Enumerating how many artistic disciplines exist is not the purview of this series. Rather the idea of this series is to briefly explore an iteration, an instance, of another artform in the world of cinema.
Museum Hours (2013)
In an upcoming series of posts I will state that I believe that cinema is the ultimate artform because of its ability to encompass or represent all the forms that came before it. Its elasticity is such that I believe it will be able to dialogue with whatever comes next.
However, this film seeks to satisfy a simple aim by illuminating a work cited by a film. To learn more of it and the artist in question. In short, just a bit more than information the film deems suitable.
The temptation may exist for an artist to shoehorn his favorite influences in other media into a film regardless of how well they fit. Truly, though, a film is only exalted through the inclusion of a prominent figure from another artform when there is an intrinsic, unobtrusive link between the artist’s oeuvre and the story being told.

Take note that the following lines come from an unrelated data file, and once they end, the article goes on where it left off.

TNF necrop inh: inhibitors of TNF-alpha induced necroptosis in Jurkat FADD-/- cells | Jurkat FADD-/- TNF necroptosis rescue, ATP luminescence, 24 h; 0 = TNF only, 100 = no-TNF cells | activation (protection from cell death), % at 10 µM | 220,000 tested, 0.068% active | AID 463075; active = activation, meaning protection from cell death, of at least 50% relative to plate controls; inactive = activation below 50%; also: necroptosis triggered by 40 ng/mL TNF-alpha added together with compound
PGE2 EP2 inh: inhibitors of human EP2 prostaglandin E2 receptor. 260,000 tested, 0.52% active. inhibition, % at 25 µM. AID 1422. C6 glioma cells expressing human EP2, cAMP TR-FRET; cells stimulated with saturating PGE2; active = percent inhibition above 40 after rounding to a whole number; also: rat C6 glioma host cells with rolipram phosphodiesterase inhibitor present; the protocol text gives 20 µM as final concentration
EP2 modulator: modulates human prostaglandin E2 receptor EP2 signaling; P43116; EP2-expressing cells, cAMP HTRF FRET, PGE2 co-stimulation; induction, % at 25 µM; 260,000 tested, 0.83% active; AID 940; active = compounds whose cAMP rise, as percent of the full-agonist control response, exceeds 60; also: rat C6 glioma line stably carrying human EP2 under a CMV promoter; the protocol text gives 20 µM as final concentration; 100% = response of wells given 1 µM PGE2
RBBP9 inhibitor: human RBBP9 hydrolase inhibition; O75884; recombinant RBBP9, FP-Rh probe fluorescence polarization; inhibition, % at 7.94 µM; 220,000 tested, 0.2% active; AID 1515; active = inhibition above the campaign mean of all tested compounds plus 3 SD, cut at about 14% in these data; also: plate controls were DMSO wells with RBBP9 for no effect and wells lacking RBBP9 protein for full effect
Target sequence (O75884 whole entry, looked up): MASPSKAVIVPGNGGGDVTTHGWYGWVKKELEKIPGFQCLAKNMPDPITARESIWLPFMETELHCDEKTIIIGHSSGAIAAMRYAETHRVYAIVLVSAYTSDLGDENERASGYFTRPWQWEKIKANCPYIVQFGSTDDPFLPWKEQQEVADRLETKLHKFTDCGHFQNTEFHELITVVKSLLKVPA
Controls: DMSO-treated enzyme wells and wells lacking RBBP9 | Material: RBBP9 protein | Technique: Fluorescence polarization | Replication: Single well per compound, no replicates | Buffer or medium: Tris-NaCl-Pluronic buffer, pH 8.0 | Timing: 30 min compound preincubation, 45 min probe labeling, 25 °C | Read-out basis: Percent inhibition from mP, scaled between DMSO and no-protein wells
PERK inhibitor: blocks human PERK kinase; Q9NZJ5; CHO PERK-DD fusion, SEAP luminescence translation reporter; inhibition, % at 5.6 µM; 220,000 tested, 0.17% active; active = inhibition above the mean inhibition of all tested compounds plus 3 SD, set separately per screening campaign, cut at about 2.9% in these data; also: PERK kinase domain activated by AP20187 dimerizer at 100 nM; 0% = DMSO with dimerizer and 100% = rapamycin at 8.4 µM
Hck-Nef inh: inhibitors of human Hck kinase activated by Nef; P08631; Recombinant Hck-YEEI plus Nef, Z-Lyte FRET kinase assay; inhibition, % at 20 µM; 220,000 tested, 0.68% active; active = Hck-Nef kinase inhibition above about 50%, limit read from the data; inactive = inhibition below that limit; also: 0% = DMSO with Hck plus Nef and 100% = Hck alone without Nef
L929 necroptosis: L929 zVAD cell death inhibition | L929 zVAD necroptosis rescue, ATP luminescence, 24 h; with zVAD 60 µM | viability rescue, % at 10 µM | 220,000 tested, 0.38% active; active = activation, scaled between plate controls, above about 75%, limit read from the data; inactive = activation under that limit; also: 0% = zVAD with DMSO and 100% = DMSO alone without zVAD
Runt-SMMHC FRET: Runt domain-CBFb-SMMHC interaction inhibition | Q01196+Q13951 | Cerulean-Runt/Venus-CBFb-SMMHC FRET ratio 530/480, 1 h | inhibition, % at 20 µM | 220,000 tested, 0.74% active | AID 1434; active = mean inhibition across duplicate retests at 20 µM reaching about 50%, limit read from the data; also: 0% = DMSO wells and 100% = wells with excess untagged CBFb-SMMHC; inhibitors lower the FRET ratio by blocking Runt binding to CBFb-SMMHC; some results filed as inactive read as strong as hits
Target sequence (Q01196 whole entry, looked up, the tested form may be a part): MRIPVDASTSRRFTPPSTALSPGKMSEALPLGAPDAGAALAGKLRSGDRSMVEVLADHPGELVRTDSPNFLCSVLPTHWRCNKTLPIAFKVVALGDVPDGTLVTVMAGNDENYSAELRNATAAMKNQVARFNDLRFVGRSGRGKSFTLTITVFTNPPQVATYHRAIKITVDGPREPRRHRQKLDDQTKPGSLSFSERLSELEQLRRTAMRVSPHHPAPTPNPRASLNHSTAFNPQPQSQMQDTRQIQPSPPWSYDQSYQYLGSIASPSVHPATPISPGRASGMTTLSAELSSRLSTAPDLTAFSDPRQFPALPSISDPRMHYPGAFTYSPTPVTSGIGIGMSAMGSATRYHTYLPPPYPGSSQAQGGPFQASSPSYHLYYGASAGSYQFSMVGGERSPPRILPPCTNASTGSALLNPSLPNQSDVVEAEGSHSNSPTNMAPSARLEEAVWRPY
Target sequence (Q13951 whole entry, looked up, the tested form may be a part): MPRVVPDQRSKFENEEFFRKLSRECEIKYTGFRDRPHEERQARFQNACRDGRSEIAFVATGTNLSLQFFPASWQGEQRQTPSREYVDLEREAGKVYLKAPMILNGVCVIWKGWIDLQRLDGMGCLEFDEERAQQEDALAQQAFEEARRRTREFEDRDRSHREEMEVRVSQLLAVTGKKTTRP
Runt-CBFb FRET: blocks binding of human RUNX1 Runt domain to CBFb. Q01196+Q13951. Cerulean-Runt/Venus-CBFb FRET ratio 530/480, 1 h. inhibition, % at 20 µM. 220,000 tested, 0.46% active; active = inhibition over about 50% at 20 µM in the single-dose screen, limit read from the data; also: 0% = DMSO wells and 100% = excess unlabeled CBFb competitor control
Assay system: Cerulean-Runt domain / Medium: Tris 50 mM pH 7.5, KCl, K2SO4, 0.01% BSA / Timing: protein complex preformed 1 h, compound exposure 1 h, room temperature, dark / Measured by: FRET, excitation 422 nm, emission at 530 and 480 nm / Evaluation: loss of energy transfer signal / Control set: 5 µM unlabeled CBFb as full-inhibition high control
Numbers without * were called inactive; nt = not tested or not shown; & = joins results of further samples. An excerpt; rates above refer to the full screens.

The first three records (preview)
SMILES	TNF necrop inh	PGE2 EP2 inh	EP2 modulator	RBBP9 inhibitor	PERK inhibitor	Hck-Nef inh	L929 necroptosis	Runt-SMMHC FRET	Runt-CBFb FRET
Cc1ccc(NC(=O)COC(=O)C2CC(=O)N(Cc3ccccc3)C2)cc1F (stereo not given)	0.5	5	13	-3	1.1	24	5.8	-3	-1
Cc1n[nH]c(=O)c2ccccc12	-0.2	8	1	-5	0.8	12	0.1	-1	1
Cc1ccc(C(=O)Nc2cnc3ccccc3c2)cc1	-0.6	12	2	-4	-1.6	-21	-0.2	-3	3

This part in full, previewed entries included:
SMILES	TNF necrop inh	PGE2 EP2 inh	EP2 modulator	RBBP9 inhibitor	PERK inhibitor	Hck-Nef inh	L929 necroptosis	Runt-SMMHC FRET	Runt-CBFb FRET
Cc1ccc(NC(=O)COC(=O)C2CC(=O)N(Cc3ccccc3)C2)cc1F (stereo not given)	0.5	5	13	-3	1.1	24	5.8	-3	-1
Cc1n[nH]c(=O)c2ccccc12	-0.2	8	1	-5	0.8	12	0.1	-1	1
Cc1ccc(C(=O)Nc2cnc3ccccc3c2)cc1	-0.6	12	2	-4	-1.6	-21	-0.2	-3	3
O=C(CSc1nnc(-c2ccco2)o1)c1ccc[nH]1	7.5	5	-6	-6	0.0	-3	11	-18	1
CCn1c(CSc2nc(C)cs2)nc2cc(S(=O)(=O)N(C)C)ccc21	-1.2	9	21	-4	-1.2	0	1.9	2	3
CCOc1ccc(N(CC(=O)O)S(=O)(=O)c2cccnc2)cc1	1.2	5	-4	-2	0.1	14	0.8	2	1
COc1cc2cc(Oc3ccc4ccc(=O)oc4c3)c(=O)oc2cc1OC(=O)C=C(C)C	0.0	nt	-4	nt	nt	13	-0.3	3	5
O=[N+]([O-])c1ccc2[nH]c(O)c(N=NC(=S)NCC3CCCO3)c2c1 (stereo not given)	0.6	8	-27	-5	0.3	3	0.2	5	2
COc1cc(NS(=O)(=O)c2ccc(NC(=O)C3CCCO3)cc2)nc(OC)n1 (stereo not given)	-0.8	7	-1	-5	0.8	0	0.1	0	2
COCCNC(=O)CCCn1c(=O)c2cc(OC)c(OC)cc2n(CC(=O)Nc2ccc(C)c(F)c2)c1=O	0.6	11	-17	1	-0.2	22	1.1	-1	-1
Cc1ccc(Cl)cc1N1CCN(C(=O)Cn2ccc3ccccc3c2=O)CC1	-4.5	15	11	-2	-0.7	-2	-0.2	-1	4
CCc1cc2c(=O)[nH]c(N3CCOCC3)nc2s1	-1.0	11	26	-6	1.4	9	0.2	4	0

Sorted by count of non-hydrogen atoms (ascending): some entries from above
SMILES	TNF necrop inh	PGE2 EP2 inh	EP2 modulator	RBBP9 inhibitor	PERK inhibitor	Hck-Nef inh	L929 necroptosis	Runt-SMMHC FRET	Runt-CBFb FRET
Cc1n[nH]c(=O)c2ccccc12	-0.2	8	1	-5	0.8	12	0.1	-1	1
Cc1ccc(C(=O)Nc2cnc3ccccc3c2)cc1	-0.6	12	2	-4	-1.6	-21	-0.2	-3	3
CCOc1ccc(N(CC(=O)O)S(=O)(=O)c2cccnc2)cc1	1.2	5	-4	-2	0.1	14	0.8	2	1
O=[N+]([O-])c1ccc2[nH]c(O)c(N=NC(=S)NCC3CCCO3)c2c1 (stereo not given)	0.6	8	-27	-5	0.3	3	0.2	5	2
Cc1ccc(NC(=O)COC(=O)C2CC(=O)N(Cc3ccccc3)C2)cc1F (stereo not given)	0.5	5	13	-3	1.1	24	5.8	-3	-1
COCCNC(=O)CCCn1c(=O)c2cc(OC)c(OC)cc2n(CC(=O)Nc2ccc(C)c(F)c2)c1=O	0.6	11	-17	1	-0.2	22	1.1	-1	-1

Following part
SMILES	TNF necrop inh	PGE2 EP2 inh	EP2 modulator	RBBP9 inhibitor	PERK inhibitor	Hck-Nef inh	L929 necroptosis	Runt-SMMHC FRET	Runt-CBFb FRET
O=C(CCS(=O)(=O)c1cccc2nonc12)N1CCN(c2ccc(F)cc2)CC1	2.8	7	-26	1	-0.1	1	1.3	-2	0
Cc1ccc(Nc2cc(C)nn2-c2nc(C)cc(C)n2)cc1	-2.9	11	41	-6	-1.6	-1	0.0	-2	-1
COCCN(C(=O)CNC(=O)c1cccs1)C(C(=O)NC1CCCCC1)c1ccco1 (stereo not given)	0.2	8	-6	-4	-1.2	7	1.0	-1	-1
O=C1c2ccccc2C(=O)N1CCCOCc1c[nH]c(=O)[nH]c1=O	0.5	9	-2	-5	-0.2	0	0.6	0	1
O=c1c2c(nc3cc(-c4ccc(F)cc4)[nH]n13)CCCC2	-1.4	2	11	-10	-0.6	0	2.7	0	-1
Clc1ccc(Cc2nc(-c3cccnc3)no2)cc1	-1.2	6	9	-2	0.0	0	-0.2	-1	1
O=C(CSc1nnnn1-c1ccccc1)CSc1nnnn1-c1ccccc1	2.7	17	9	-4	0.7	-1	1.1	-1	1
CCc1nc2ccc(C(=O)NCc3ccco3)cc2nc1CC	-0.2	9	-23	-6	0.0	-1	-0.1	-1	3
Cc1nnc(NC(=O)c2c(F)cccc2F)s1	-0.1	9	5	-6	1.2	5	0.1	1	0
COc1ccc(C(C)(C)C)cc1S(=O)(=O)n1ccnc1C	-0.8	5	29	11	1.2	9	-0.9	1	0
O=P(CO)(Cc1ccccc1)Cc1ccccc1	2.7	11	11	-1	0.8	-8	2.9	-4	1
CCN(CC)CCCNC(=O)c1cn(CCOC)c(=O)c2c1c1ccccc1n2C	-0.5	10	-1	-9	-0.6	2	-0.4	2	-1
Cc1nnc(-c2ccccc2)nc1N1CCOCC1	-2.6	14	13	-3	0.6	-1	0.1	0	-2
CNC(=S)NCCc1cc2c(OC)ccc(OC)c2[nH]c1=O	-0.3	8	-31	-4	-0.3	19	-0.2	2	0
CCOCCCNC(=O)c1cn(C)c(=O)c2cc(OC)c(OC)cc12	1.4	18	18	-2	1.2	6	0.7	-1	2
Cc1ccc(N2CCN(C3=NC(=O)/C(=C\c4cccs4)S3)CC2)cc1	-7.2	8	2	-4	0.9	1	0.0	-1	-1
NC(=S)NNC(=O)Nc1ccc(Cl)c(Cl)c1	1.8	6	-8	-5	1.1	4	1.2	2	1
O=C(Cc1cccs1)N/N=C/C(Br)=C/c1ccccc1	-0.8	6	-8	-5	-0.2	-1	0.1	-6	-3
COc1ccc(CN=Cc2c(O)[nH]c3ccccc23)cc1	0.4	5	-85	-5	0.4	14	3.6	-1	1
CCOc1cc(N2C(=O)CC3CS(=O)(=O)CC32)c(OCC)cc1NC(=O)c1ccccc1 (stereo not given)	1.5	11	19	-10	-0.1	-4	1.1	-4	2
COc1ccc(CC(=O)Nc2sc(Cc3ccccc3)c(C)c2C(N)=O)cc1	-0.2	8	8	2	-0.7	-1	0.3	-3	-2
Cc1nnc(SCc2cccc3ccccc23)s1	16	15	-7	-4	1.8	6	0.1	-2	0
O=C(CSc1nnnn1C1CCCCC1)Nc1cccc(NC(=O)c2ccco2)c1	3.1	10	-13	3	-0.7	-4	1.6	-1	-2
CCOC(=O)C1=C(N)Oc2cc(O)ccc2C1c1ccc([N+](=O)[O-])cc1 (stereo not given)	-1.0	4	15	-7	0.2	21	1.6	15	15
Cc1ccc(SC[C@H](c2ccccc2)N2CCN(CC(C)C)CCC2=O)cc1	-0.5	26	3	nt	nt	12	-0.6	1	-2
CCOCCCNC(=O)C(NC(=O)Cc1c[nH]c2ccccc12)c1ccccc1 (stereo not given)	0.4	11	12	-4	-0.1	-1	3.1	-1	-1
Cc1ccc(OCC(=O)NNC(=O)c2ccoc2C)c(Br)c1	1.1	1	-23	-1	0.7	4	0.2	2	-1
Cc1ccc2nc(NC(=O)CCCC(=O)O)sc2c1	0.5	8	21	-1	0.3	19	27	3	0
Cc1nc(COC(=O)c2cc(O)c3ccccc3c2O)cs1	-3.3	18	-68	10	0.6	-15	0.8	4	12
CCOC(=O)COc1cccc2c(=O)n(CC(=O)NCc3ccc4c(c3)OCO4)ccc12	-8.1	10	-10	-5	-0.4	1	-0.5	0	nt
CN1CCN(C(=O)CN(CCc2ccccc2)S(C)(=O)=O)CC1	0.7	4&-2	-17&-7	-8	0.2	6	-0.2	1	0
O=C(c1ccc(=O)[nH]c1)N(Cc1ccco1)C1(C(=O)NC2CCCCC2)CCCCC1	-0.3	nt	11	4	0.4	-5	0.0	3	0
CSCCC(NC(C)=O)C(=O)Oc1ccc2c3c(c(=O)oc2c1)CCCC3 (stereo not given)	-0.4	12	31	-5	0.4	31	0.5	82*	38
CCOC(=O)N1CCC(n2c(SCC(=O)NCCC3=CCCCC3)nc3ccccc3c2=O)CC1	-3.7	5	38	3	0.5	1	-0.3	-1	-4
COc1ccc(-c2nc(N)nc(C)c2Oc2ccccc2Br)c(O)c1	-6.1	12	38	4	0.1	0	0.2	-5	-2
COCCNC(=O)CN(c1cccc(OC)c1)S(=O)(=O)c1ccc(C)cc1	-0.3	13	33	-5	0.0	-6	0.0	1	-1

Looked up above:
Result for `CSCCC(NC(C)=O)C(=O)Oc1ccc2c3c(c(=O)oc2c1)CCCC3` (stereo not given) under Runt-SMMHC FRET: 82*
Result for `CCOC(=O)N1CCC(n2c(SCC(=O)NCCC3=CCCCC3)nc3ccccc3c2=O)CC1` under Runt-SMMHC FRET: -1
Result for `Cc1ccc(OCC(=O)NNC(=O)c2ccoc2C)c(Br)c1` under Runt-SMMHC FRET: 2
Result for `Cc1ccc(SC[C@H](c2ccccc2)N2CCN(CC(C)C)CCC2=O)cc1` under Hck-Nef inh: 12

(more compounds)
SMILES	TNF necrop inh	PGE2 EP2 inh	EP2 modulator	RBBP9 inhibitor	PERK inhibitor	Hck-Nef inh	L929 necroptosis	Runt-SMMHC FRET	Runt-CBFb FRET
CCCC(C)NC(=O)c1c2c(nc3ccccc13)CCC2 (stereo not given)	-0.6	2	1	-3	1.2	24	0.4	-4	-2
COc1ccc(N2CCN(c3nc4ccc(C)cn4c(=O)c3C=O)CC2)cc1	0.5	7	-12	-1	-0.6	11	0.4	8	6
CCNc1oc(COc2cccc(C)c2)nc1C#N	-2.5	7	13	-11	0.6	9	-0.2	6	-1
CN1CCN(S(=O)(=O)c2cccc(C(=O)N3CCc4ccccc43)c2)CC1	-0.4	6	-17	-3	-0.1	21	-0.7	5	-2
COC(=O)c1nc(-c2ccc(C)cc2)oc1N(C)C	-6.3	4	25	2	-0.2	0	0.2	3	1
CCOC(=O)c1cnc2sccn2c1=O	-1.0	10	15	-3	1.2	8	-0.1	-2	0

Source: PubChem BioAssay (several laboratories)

In the case of Pieter Bruegel, or Brueghel if you prefer, and Museum Hours the fit is quite a natural one for what occurs is that you have a painter who painted group scenes of peasant life which can be argued to have no center, or multiple centers, yet if you look at what is going on in each sub-tableau you can likely pick out the most important piece. Museum Hours is a film of a small population, but it is essentially the tale of two main figures in a multitude who work at or attend the The Kunsthistorisches Art Museum, other stories occasionally come in, other paintings but few we care or focus on. This is why these paintings are such a great fit. Here’s a closer look at some of them.